Link of the Day: Grassroots Design for BOP [SSIR]

The BOP Beckons: Why grassroots design will determine the winners in developing markets

Why is serious investment in bottom- of-the-pyramid (BOP) markets the exception rather than the rule? What keeps companies from building lines of business by meeting the needs of the poor in developing markets?

Their answers:

  1. Business as usual does not apply. “First, and perhaps most fundamentally, these new markets look awfully different from the standardized markets of the West.” For example: “Weak infrastructure creates challenges to product distribution that range from uncertain to insurmountable.”
  2. “Most companies don’t know how to package products for poor people, and they don’t know what products and services the poor prefer.” Some companies such as Unilever have been very successful in marketing consumer goods. “But consumer goods are, in many cases, peripheral to a more substantial opportunity with a wider potential customer base in developing markets – namely, meeting the basic demand for housing, clean water, medical insurance, and legal and financial services that fit local needs, customs, and income.”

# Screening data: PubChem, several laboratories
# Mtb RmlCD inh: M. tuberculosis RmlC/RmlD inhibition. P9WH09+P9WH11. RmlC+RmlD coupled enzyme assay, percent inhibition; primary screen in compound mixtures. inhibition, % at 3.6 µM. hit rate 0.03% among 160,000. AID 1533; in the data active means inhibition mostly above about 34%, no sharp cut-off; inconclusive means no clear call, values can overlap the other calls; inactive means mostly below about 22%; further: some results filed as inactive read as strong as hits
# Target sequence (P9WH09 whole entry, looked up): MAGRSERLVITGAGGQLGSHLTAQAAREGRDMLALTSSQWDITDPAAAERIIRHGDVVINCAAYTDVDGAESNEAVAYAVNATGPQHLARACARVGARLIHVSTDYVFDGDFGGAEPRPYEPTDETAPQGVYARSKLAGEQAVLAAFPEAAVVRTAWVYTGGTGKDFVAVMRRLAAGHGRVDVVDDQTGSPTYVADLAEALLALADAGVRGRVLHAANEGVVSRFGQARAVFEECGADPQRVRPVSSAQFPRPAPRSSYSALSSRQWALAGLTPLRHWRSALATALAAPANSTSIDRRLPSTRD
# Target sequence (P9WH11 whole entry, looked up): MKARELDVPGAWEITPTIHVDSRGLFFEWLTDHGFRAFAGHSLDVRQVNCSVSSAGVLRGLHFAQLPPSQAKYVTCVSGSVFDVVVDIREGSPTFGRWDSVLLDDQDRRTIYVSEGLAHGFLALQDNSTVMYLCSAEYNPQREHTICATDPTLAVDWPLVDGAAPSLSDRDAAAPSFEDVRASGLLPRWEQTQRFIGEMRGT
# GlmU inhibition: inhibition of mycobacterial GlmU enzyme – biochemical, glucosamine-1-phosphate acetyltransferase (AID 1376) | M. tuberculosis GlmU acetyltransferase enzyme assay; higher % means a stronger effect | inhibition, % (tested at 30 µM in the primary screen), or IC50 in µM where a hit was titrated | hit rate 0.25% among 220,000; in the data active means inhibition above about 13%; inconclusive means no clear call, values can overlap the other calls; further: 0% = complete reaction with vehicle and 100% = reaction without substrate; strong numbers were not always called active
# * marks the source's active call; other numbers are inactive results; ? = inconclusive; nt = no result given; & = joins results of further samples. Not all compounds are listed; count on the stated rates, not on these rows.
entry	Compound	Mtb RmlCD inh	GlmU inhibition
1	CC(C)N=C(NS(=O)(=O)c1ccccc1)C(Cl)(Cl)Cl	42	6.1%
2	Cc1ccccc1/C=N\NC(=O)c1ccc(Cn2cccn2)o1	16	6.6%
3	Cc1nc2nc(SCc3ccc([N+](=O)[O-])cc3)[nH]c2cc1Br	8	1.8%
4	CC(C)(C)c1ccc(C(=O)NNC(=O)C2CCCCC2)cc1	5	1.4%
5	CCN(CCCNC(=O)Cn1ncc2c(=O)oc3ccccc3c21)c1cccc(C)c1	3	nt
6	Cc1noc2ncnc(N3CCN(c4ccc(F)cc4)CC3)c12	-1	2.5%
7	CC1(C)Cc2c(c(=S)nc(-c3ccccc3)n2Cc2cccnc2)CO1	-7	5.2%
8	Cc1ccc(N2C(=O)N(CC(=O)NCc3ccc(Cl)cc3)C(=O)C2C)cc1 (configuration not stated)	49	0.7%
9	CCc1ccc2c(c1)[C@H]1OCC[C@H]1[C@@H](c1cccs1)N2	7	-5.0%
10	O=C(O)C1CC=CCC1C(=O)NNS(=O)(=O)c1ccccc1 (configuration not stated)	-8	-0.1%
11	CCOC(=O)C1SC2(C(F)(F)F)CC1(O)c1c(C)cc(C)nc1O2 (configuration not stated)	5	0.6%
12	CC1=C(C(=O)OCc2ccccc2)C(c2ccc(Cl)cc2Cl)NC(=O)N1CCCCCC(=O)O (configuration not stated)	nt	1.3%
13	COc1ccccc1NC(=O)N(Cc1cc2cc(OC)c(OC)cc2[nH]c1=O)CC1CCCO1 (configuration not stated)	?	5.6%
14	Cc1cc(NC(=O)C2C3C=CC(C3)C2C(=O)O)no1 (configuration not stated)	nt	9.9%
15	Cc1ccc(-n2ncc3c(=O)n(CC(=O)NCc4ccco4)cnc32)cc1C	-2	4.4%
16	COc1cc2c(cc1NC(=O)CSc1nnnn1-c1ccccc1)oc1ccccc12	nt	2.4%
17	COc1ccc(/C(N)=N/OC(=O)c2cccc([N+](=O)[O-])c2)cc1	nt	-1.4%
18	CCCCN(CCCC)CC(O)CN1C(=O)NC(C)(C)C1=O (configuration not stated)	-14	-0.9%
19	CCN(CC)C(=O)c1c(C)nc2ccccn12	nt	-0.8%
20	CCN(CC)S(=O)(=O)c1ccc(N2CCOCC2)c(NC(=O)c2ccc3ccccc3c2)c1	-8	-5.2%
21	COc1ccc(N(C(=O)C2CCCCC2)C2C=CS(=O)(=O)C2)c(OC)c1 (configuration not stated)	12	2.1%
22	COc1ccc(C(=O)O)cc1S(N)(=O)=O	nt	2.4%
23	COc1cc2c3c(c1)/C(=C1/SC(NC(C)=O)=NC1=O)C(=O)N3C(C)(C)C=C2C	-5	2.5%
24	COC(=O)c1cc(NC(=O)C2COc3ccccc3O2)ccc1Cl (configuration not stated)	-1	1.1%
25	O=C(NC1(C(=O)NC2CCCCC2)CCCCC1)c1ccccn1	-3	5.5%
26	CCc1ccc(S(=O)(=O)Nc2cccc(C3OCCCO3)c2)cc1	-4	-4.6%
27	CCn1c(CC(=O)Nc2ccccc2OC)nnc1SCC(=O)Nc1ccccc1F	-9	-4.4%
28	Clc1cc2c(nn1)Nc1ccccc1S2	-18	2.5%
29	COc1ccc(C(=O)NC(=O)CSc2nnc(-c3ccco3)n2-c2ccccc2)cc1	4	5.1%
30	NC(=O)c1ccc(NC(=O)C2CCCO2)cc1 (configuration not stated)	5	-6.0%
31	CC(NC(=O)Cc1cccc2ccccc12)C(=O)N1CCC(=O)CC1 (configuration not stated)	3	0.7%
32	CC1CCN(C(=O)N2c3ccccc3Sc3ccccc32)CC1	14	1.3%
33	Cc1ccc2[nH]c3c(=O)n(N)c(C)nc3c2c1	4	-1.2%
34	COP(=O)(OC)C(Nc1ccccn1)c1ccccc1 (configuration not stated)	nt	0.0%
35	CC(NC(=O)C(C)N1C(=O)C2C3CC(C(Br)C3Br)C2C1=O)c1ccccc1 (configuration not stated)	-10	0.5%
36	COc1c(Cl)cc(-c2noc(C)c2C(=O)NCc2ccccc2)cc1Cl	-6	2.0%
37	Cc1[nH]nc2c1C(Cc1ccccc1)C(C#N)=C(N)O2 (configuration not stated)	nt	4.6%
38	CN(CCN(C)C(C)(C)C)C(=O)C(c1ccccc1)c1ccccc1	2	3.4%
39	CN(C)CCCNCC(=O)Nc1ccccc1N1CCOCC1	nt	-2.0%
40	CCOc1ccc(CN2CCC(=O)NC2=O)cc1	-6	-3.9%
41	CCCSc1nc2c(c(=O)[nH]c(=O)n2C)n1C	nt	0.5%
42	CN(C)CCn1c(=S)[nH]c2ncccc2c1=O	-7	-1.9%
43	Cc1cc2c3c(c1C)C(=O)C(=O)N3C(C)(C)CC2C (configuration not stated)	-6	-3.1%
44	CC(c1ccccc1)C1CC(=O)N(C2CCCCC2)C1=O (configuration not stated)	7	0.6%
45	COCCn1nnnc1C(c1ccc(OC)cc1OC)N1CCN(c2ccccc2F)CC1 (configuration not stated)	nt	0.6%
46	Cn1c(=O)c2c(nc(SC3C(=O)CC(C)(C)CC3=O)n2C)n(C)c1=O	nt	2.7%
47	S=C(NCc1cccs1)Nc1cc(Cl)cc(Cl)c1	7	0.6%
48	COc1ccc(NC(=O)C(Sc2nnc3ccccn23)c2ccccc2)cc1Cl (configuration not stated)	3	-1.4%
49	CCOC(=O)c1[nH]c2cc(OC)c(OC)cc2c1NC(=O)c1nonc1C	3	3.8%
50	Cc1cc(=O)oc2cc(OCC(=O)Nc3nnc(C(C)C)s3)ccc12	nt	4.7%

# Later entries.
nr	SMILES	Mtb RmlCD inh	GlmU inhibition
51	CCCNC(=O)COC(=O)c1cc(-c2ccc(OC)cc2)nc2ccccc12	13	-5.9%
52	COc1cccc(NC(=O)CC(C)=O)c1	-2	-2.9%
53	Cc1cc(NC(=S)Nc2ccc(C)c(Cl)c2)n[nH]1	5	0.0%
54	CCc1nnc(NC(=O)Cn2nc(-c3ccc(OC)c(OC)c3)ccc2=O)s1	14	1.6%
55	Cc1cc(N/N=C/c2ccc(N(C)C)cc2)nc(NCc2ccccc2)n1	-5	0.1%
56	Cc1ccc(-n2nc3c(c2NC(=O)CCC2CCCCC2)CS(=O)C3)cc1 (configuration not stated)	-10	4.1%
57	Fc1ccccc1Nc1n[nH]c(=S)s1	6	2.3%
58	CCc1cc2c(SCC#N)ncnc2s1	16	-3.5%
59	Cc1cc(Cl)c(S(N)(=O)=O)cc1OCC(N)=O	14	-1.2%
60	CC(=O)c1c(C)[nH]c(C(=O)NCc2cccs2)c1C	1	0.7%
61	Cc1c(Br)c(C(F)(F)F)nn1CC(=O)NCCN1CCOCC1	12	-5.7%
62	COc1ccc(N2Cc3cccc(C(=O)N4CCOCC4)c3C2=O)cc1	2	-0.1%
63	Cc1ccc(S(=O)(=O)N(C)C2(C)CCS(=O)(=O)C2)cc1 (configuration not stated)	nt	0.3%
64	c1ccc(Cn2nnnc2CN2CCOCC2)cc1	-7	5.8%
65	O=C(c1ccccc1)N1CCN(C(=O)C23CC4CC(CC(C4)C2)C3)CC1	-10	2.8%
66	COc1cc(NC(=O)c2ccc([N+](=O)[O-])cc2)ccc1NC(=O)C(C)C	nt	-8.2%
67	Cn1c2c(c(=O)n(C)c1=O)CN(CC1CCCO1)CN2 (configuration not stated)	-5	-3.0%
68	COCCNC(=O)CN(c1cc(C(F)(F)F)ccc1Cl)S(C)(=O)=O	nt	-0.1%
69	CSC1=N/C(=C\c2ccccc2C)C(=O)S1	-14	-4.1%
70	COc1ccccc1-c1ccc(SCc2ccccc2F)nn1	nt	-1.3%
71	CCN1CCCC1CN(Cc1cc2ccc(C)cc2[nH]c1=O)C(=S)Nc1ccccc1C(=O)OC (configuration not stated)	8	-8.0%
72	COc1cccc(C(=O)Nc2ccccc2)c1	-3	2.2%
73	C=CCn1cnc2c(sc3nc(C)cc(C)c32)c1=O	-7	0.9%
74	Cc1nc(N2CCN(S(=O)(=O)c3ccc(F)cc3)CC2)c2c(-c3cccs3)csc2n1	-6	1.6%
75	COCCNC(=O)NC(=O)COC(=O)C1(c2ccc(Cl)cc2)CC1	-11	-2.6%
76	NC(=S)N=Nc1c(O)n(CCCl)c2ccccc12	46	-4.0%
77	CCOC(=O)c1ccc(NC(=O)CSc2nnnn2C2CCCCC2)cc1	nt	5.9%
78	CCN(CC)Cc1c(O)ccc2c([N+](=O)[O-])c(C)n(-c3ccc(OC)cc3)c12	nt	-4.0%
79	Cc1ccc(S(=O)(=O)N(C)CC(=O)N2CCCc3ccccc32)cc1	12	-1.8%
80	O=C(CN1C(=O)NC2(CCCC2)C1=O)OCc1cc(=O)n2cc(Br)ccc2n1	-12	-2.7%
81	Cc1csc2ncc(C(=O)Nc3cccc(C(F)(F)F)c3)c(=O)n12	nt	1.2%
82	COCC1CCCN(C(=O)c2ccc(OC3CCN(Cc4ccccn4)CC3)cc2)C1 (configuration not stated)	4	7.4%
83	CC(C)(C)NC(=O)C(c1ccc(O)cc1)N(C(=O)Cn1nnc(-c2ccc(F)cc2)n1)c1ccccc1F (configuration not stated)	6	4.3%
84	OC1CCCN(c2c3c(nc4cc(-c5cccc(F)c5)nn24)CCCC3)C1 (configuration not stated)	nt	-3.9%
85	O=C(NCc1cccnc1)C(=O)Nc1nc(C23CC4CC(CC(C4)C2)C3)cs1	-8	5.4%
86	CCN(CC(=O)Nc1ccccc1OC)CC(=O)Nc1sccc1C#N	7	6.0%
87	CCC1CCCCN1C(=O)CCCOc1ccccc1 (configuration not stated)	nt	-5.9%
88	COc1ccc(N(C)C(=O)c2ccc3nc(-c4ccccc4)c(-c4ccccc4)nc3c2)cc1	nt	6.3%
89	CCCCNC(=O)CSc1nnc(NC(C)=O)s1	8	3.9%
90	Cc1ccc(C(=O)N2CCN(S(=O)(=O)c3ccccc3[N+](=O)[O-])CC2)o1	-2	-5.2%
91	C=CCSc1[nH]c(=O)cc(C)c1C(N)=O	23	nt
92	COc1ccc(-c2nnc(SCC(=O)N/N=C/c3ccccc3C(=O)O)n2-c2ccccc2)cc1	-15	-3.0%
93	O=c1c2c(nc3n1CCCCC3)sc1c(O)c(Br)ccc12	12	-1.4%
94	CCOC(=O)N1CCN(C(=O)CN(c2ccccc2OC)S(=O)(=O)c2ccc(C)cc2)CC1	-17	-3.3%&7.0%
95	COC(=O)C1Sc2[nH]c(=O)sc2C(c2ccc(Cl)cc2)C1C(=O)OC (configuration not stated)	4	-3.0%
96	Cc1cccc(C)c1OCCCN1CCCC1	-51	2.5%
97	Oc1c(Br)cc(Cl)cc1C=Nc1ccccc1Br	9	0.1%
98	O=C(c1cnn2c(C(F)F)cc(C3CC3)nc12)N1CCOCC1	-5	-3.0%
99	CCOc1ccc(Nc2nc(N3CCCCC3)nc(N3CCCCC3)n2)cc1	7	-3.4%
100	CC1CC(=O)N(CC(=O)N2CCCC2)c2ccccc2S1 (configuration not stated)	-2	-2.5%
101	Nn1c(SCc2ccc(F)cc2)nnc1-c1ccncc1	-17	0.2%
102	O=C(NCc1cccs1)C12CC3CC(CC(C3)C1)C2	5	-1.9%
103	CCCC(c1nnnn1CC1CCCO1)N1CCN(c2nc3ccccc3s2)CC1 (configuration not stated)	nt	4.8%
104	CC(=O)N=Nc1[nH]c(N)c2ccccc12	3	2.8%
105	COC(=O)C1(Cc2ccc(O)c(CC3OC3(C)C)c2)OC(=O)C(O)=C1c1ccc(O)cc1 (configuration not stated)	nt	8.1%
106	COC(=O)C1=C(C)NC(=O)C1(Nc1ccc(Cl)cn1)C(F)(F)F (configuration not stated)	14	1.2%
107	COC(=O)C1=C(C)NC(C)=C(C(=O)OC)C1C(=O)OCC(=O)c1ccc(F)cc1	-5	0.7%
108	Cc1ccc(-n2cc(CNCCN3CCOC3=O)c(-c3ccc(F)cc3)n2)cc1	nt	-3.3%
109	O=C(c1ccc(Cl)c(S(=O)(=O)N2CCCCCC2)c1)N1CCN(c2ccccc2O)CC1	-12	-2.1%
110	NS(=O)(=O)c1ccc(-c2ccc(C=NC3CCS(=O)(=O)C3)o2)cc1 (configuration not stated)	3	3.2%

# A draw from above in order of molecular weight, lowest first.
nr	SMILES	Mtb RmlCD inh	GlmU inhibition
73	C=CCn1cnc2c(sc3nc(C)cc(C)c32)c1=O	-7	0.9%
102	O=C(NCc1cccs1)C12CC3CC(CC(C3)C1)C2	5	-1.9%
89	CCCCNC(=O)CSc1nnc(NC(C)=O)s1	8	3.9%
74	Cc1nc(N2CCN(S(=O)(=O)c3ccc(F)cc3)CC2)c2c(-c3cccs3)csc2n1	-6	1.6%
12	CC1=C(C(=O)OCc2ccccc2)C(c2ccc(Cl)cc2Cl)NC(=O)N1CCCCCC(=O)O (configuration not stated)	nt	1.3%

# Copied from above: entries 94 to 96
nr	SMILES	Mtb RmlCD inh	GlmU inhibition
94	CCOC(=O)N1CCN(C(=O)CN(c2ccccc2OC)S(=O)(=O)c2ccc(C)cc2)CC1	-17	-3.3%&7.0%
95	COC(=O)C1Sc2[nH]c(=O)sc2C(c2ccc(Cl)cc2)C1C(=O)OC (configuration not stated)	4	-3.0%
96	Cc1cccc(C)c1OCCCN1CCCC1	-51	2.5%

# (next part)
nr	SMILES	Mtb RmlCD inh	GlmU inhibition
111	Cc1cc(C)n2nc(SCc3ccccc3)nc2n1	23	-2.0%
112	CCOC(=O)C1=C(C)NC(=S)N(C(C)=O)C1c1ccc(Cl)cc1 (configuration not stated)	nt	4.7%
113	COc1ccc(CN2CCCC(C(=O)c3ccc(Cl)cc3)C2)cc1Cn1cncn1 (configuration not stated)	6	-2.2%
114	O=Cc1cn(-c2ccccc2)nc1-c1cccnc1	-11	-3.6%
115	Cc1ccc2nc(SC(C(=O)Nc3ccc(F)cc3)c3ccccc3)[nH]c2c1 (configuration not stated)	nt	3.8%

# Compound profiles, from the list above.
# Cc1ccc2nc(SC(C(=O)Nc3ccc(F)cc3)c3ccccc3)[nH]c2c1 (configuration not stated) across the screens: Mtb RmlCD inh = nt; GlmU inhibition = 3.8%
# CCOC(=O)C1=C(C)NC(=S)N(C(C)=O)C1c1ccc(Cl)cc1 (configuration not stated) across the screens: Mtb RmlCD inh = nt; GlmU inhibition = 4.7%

3. “[B]usiness investments in social and infrastructure needs often face the highest regulatory hurdles.”

Their proferred solution: Don’t recreate, innovate via grassroots design

[T]here is another way to look at developing markets. Rather than starting with the status quo in rich countries and measuring business opportunities in poor ones by gauging what it would take to recreate that environment, businesses can take a step back and do what entrepreneurs have always done: ask questions like “What do people need?” “Why don’t they have it?” and “How do they get it?”

That approach is the essence of grassroots design. Though it requires more initial thought and creativity, it makes things far simpler in the long run. Businesses that start with a grassroots design process end up with products and services that meet real, as opposed to perceived, needs; integrate local materials and processes; and reflect the culture and aesthetic of their customers. Of course, a company that embraces grassroots design does not gain the benefits of simply importing its existing business model and product line. But mass markets are fragmenting everywhere, and firms that learn to design up from local circumstances will compete better wherever they operate.

Thanks, Rob K.

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